Diesel fueled generators are widely used for power generation in remote and/or off-grid communities. In such communities, local organic waste streams can be used to generate biogas which can be used to replace diesel used by diesel generators to lower fuel cost and reduce greenhouse gas (GHG) emissions. Diesel powered generators can be easily retrofitted with a biogas dosing line in the engine intake to introduce biogas, but appropriate optimization would be of great help to further improve generator performance and reduce GHG emissions. The objective of this research is to demonstrate simplified optimization methods that can reduce GHG emissions (carbon dioxide and methane) from such retrofitted dual-fuel engines under various biogas compositions.

The study was conducted on a modern 30 kilowatt (kW) generator using an electronically controlled, four-stroke, four-cylinder, direct injection, turbo-charged diesel engine. The engine was operated with the factory electronic control unit (ECU) and a programmable ECU which allowed for control of the fuel injections and exhaust gas recirculation (EGR) valve. Biogas was simulated by using natural gas (with more than 95% methane by volume) which was diluted with either carbon dioxide or nitrogen. This study consisted of two areas. The first one was the comparison of the engine performance when operating with biogas using the factory ECU and the programmable ECU with user optimized fuel injection. The second one was the influence of volume fraction of carbon dioxide or nitrogen in the biogas.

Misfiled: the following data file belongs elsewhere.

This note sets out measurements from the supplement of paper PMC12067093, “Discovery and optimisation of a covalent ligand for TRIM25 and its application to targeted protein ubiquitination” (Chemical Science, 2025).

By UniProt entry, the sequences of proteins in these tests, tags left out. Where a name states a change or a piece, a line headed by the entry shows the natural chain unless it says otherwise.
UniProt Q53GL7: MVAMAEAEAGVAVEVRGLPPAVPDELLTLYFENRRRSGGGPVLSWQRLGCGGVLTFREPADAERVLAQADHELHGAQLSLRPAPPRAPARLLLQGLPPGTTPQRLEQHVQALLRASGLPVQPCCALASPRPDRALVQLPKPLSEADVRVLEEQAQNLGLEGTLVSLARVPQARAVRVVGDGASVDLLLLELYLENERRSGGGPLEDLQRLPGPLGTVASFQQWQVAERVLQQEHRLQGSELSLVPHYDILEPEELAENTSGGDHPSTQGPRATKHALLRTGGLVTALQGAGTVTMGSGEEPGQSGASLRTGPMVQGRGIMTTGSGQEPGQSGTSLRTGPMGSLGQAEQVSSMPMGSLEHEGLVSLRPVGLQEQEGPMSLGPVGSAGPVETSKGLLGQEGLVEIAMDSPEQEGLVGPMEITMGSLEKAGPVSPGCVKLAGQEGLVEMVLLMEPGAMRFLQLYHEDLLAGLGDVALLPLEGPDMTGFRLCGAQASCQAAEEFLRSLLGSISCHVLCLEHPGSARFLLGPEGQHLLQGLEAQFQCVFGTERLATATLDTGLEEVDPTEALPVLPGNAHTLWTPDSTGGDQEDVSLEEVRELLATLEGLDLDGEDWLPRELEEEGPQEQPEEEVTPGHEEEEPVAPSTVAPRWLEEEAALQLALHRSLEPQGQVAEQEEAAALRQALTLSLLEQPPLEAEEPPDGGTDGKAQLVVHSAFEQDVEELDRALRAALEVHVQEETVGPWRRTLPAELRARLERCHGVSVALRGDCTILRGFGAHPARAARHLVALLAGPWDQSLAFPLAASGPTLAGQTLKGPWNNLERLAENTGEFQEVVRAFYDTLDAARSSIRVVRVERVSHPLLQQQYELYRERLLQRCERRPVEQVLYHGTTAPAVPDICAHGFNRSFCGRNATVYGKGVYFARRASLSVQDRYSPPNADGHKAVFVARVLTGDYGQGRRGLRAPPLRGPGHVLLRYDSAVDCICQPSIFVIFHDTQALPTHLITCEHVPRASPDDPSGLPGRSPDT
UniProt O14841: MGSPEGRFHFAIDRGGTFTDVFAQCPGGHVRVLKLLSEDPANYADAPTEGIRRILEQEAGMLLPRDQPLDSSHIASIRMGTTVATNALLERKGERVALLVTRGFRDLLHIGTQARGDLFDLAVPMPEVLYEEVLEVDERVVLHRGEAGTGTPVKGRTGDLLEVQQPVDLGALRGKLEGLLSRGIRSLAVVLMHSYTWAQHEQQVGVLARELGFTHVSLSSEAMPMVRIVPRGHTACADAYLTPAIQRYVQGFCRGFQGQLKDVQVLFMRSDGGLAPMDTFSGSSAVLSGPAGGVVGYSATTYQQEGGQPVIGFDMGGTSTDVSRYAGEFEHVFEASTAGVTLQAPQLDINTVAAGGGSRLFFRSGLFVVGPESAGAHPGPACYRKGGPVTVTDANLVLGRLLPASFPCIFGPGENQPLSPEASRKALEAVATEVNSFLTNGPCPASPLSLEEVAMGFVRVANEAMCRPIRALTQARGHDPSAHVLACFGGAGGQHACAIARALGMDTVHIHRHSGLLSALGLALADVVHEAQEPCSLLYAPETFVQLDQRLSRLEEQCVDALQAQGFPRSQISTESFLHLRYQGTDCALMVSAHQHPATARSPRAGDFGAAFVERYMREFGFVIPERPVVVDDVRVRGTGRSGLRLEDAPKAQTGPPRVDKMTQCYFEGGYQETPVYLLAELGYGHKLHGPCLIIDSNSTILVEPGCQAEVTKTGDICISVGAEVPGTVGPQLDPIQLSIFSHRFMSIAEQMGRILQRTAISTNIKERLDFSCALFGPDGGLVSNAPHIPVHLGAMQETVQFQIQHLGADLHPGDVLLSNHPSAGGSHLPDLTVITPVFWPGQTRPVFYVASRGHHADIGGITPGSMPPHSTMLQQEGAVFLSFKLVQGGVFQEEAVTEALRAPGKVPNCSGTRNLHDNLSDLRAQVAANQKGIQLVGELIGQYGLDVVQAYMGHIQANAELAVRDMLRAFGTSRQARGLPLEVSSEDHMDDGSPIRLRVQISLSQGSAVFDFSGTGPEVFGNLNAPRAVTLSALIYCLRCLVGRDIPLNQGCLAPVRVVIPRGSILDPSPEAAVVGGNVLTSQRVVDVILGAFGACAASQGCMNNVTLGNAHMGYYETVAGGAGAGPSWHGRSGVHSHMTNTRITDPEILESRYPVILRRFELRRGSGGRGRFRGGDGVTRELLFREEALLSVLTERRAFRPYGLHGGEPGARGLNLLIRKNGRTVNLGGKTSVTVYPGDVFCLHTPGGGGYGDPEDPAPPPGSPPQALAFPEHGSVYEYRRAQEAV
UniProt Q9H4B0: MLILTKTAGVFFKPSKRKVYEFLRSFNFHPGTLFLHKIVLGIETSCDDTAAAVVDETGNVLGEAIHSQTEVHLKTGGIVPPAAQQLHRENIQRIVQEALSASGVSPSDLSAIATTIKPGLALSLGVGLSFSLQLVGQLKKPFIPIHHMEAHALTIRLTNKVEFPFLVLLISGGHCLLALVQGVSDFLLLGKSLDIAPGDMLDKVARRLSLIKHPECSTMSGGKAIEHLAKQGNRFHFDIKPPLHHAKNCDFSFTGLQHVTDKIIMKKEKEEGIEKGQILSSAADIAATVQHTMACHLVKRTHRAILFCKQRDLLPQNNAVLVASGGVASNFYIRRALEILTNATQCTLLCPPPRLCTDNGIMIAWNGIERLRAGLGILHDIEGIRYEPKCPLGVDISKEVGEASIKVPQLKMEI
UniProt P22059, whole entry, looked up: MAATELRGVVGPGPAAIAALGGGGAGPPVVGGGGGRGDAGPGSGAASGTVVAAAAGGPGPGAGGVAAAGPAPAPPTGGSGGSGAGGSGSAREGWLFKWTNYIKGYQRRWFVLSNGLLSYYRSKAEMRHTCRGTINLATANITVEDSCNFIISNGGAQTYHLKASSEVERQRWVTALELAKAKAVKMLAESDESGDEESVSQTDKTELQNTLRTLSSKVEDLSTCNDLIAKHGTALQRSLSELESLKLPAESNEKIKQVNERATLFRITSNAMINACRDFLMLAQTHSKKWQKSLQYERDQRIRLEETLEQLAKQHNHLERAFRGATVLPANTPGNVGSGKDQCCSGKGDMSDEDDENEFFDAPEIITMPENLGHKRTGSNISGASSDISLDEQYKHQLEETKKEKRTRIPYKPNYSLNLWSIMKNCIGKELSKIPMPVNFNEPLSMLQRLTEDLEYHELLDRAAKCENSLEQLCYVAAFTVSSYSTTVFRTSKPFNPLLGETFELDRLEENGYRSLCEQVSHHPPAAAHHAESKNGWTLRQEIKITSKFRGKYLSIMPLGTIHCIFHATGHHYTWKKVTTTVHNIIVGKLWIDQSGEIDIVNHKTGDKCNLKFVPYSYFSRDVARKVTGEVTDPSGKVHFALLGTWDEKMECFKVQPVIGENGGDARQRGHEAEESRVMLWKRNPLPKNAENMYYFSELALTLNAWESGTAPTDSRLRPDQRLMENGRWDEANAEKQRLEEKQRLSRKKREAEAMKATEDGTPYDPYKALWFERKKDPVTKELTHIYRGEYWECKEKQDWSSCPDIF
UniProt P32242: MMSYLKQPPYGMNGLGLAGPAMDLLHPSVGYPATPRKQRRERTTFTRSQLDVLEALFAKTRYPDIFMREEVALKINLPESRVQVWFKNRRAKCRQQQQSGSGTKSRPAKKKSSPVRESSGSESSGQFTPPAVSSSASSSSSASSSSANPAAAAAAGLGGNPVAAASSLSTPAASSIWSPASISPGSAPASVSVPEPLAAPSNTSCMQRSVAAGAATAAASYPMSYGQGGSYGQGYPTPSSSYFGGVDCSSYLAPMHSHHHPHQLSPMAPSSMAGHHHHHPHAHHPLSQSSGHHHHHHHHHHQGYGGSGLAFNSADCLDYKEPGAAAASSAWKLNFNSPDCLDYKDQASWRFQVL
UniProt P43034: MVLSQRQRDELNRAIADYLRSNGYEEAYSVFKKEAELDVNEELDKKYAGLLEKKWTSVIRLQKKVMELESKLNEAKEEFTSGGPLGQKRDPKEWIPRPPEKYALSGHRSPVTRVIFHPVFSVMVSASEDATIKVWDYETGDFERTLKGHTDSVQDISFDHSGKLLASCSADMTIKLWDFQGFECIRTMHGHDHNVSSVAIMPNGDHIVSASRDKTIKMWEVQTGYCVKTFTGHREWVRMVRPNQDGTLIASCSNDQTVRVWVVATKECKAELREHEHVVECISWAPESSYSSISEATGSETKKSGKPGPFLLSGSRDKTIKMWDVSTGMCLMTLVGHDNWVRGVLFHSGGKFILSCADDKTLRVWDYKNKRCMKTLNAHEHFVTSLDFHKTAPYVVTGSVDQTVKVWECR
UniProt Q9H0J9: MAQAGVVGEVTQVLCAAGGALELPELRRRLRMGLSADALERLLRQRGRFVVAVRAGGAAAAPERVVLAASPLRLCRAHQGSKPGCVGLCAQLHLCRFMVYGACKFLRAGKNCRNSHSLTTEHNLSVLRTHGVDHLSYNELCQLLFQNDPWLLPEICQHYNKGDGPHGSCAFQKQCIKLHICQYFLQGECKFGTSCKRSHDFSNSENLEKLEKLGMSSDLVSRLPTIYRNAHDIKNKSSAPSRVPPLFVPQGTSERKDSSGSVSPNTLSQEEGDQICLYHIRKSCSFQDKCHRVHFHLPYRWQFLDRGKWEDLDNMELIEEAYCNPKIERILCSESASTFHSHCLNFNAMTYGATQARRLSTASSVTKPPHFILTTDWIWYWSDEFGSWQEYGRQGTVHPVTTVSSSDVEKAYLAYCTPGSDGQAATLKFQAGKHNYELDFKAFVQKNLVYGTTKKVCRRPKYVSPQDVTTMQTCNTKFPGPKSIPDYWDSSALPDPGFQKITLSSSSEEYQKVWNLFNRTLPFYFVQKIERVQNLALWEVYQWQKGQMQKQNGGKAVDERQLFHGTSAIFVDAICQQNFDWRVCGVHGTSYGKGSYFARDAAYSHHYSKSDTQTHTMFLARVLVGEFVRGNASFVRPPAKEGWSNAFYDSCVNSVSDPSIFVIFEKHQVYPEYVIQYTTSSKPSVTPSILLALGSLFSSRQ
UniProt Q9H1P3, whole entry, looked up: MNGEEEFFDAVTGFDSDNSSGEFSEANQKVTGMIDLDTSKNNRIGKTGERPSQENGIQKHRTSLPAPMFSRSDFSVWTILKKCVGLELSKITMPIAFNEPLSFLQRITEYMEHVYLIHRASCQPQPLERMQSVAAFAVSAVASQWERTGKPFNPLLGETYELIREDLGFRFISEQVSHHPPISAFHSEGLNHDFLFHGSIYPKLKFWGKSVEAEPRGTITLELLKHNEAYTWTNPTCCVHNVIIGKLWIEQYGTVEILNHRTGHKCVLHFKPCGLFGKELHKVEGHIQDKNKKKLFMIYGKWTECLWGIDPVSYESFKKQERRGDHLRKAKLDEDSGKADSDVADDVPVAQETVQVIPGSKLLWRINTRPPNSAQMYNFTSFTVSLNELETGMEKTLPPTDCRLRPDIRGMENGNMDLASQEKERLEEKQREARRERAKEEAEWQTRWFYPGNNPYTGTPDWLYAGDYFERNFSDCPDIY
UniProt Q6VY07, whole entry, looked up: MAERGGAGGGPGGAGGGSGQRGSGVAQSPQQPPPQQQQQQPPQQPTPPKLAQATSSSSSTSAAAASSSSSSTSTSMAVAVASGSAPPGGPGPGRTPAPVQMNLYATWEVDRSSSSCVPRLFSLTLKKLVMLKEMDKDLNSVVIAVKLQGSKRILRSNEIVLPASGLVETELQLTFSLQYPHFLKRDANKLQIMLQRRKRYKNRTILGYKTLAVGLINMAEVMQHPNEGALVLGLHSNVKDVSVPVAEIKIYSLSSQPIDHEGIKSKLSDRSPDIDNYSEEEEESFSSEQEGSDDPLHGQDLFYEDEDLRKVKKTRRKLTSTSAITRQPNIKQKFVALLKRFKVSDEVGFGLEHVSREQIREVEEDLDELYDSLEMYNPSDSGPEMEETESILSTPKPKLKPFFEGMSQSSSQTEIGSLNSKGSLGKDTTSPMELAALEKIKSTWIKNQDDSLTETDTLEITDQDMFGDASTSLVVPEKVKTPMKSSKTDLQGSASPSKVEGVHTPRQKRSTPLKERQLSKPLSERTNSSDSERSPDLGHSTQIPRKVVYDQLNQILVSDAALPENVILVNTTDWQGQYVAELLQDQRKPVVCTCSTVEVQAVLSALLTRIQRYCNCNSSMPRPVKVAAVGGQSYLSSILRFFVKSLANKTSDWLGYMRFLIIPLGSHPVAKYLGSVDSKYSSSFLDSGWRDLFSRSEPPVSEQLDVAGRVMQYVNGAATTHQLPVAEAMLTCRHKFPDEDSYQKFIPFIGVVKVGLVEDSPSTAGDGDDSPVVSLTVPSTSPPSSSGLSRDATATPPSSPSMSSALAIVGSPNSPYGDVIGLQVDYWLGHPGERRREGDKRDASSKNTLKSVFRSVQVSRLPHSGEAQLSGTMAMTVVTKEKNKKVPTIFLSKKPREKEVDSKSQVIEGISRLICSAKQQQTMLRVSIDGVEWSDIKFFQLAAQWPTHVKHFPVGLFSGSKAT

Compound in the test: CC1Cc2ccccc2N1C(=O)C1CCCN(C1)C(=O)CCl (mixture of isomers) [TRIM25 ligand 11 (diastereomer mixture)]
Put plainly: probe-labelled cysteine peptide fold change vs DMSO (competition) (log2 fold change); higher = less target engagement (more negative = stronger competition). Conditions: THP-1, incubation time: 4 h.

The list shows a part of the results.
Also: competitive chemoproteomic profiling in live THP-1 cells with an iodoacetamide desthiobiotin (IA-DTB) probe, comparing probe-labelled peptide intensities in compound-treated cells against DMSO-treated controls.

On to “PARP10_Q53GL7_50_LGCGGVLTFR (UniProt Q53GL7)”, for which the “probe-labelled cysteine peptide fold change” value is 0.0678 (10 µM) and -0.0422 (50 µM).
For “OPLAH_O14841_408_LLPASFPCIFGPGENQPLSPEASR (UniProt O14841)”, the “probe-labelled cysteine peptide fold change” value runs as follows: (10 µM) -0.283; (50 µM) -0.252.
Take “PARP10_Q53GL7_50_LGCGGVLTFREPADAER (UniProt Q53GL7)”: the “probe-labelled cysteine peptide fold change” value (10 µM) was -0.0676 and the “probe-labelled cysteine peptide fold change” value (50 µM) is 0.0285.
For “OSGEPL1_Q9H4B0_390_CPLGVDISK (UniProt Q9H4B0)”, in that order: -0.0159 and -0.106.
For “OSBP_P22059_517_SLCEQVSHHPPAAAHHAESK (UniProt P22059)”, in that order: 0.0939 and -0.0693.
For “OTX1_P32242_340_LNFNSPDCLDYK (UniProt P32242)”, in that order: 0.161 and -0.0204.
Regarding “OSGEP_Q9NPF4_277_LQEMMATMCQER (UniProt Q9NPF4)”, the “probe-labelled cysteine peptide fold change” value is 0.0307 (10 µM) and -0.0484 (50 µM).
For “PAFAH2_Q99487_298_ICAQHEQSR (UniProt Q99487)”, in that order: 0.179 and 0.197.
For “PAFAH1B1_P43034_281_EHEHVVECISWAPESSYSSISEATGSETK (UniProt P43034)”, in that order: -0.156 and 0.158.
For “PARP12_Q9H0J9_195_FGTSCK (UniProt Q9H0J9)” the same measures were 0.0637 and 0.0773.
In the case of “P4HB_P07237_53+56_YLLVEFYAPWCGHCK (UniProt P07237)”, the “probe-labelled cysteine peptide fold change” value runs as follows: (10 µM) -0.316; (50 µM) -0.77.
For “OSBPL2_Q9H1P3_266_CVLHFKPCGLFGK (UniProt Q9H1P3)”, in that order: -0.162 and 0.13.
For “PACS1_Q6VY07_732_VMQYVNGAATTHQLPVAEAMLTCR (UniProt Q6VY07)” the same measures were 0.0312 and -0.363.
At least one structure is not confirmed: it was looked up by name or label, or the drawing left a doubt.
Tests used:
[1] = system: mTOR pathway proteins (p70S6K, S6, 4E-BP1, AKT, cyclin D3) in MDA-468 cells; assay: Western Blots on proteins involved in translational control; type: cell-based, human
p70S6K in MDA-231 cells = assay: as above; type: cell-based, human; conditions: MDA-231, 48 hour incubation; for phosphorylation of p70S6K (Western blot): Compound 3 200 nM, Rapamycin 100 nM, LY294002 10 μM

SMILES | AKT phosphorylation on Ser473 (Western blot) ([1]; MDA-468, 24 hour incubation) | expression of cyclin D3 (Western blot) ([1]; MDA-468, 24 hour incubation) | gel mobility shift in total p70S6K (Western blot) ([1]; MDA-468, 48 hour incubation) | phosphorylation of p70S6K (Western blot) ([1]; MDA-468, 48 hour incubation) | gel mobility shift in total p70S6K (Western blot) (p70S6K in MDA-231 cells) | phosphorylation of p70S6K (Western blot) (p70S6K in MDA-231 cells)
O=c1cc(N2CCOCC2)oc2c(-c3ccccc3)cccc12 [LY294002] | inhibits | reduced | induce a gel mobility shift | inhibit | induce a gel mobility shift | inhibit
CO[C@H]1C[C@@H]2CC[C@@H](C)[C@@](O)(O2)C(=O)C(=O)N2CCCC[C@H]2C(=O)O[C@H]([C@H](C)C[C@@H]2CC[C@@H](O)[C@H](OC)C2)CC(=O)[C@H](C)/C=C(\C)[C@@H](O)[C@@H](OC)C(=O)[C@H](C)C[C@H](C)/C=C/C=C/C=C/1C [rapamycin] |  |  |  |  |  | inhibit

The test results reinforced the importance of optimizing the diesel injections when the engine was operated in the biogas-diesel dual-fuel mode to ensure complete combustion and achieve a reduction in GHG emissions. Increasing nitrogen fraction had a minimal effect on the emissions, but increasing carbon dioxide fraction caused the NOx and methane emissions to decrease, and the indicated thermal efficiency to increase.

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